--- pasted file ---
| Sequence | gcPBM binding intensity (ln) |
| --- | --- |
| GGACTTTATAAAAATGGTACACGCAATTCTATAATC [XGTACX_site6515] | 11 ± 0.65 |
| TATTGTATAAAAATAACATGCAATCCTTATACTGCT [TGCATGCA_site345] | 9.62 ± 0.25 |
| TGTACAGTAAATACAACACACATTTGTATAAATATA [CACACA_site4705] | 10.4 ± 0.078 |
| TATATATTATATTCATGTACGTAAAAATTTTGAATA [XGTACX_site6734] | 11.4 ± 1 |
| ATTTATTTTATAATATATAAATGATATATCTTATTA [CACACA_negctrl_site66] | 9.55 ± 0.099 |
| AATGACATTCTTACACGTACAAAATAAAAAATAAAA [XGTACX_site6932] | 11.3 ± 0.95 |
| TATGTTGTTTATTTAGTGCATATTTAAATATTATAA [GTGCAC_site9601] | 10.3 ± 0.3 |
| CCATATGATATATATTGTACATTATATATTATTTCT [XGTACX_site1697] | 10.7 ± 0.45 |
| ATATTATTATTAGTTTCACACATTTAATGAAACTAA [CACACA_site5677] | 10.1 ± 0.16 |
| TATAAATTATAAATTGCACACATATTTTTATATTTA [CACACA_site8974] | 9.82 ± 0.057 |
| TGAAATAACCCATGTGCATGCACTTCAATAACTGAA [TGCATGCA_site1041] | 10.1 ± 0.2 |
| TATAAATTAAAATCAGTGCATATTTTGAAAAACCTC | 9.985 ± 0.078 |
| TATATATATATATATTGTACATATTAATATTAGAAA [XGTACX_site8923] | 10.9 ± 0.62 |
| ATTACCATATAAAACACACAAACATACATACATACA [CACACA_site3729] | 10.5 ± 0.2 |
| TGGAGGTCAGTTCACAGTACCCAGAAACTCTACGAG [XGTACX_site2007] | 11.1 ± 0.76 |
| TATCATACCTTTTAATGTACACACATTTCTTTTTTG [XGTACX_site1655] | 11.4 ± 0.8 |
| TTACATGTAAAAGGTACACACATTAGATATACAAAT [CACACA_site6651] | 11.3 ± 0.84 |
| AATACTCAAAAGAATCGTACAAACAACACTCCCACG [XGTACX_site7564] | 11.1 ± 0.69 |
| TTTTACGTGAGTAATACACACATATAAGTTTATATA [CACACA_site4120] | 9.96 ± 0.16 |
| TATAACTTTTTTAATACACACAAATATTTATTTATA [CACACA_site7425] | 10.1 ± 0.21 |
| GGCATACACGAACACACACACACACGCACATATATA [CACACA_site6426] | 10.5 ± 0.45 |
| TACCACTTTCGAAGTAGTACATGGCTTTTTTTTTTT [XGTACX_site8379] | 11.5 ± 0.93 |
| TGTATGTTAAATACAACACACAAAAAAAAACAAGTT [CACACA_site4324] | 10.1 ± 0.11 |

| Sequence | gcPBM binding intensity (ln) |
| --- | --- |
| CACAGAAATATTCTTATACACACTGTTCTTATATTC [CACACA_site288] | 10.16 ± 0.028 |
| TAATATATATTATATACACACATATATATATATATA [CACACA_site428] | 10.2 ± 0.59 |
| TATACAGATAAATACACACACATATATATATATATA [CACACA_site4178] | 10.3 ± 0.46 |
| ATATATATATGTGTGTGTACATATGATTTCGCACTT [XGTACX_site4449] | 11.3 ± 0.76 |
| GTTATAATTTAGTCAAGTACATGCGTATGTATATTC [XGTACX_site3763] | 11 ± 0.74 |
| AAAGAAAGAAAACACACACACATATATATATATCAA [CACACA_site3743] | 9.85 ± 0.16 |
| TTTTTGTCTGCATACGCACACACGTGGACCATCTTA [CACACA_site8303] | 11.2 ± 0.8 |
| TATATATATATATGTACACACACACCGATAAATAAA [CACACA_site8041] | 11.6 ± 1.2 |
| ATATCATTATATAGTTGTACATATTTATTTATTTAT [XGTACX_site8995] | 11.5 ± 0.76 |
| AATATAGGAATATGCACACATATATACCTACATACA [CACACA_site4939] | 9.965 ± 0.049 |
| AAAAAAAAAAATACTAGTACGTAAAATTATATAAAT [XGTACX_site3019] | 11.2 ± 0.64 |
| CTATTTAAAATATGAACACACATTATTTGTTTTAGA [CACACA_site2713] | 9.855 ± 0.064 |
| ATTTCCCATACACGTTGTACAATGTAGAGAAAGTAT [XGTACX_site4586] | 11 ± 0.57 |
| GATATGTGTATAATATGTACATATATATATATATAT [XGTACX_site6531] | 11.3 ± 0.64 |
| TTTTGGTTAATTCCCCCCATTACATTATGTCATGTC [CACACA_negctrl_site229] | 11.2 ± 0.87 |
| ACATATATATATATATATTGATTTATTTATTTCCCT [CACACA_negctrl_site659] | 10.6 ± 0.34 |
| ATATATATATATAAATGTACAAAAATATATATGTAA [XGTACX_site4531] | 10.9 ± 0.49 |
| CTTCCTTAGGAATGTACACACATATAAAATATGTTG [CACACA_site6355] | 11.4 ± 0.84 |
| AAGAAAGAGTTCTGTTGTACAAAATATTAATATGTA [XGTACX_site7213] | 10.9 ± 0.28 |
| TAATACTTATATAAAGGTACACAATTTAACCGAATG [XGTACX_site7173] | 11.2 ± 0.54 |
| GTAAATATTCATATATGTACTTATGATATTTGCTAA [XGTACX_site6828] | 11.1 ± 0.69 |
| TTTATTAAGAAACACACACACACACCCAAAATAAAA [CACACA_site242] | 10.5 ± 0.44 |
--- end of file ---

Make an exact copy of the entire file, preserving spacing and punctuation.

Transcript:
| Sequence | gcPBM binding intensity (ln) |
| --- | --- |
| GGACTTTATAAAAATGGTACACGCAATTCTATAATC [XGTACX_site6515] | 11 ± 0.65 |
| TATTGTATAAAAATAACATGCAATCCTTATACTGCT [TGCATGCA_site345] | 9.62 ± 0.25 |
| TGTACAGTAAATACAACACACATTTGTATAAATATA [CACACA_site4705] | 10.4 ± 0.078 |
| TATATATTATATTCATGTACGTAAAAATTTTGAATA [XGTACX_site6734] | 11.4 ± 1 |
| ATTTATTTTATAATATATAAATGATATATCTTATTA [CACACA_negctrl_site66] | 9.55 ± 0.099 |
| AATGACATTCTTACACGTACAAAATAAAAAATAAAA [XGTACX_site6932] | 11.3 ± 0.95 |
| TATGTTGTTTATTTAGTGCATATTTAAATATTATAA [GTGCAC_site9601] | 10.3 ± 0.3 |
| CCATATGATATATATTGTACATTATATATTATTTCT [XGTACX_site1697] | 10.7 ± 0.45 |
| ATATTATTATTAGTTTCACACATTTAATGAAACTAA [CACACA_site5677] | 10.1 ± 0.16 |
| TATAAATTATAAATTGCACACATATTTTTATATTTA [CACACA_site8974] | 9.82 ± 0.057 |
| TGAAATAACCCATGTGCATGCACTTCAATAACTGAA [TGCATGCA_site1041] | 10.1 ± 0.2 |
| TATAAATTAAAATCAGTGCATATTTTGAAAAACCTC | 9.985 ± 0.078 |
| TATATATATATATATTGTACATATTAATATTAGAAA [XGTACX_site8923] | 10.9 ± 0.62 |
| ATTACCATATAAAACACACAAACATACATACATACA [CACACA_site3729] | 10.5 ± 0.2 |
| TGGAGGTCAGTTCACAGTACCCAGAAACTCTACGAG [XGTACX_site2007] | 11.1 ± 0.76 |
| TATCATACCTTTTAATGTACACACATTTCTTTTTTG [XGTACX_site1655] | 11.4 ± 0.8 |
| TTACATGTAAAAGGTACACACATTAGATATACAAAT [CACACA_site6651] | 11.3 ± 0.84 |
| AATACTCAAAAGAATCGTACAAACAACACTCCCACG [XGTACX_site7564] | 11.1 ± 0.69 |
| TTTTACGTGAGTAATACACACATATAAGTTTATATA [CACACA_site4120] | 9.96 ± 0.16 |
| TATAACTTTTTTAATACACACAAATATTTATTTATA [CACACA_site7425] | 10.1 ± 0.21 |
| GGCATACACGAACACACACACACACGCACATATATA [CACACA_site6426] | 10.5 ± 0.45 |
| TACCACTTTCGAAGTAGTACATGGCTTTTTTTTTTT [XGTACX_site8379] | 11.5 ± 0.93 |
| TGTATGTTAAATACAACACACAAAAAAAAACAAGTT [CACACA_site4324] | 10.1 ± 0.11 |

| Sequence | gcPBM binding intensity (ln) |
| --- | --- |
| CACAGAAATATTCTTATACACACTGTTCTTATATTC [CACACA_site288] | 10.16 ± 0.028 |
| TAATATATATTATATACACACATATATATATATATA [CACACA_site428] | 10.2 ± 0.59 |
| TATACAGATAAATACACACACATATATATATATATA [CACACA_site4178] | 10.3 ± 0.46 |
| ATATATATATGTGTGTGTACATATGATTTCGCACTT [XGTACX_site4449] | 11.3 ± 0.76 |
| GTTATAATTTAGTCAAGTACATGCGTATGTATATTC [XGTACX_site3763] | 11 ± 0.74 |
| AAAGAAAGAAAACACACACACATATATATATATCAA [CACACA_site3743] | 9.85 ± 0.16 |
| TTTTTGTCTGCATACGCACACACGTGGACCATCTTA [CACACA_site8303] | 11.2 ± 0.8 |
| TATATATATATATGTACACACACACCGATAAATAAA [CACACA_site8041] | 11.6 ± 1.2 |
| ATATCATTATATAGTTGTACATATTTATTTATTTAT [XGTACX_site8995] | 11.5 ± 0.76 |
| AATATAGGAATATGCACACATATATACCTACATACA [CACACA_site4939] | 9.965 ± 0.049 |
| AAAAAAAAAAATACTAGTACGTAAAATTATATAAAT [XGTACX_site3019] | 11.2 ± 0.64 |
| CTATTTAAAATATGAACACACATTATTTGTTTTAGA [CACACA_site2713] | 9.855 ± 0.064 |
| ATTTCCCATACACGTTGTACAATGTAGAGAAAGTAT [XGTACX_site4586] | 11 ± 0.57 |
| GATATGTGTATAATATGTACATATATATATATATAT [XGTACX_site6531] | 11.3 ± 0.64 |
| TTTTGGTTAATTCCCCCCATTACATTATGTCATGTC [CACACA_negctrl_site229] | 11.2 ± 0.87 |
| ACATATATATATATATATTGATTTATTTATTTCCCT [CACACA_negctrl_site659] | 10.6 ± 0.34 |
| ATATATATATATAAATGTACAAAAATATATATGTAA [XGTACX_site4531] | 10.9 ± 0.49 |
| CTTCCTTAGGAATGTACACACATATAAAATATGTTG [CACACA_site6355] | 11.4 ± 0.84 |
| AAGAAAGAGTTCTGTTGTACAAAATATTAATATGTA [XGTACX_site7213] | 10.9 ± 0.28 |
| TAATACTTATATAAAGGTACACAATTTAACCGAATG [XGTACX_site7173] | 11.2 ± 0.54 |
| GTAAATATTCATATATGTACTTATGATATTTGCTAA [XGTACX_site6828] | 11.1 ± 0.69 |
| TTTATTAAGAAACACACACACACACCCAAAATAAAA [CACACA_site242] | 10.5 ± 0.44 |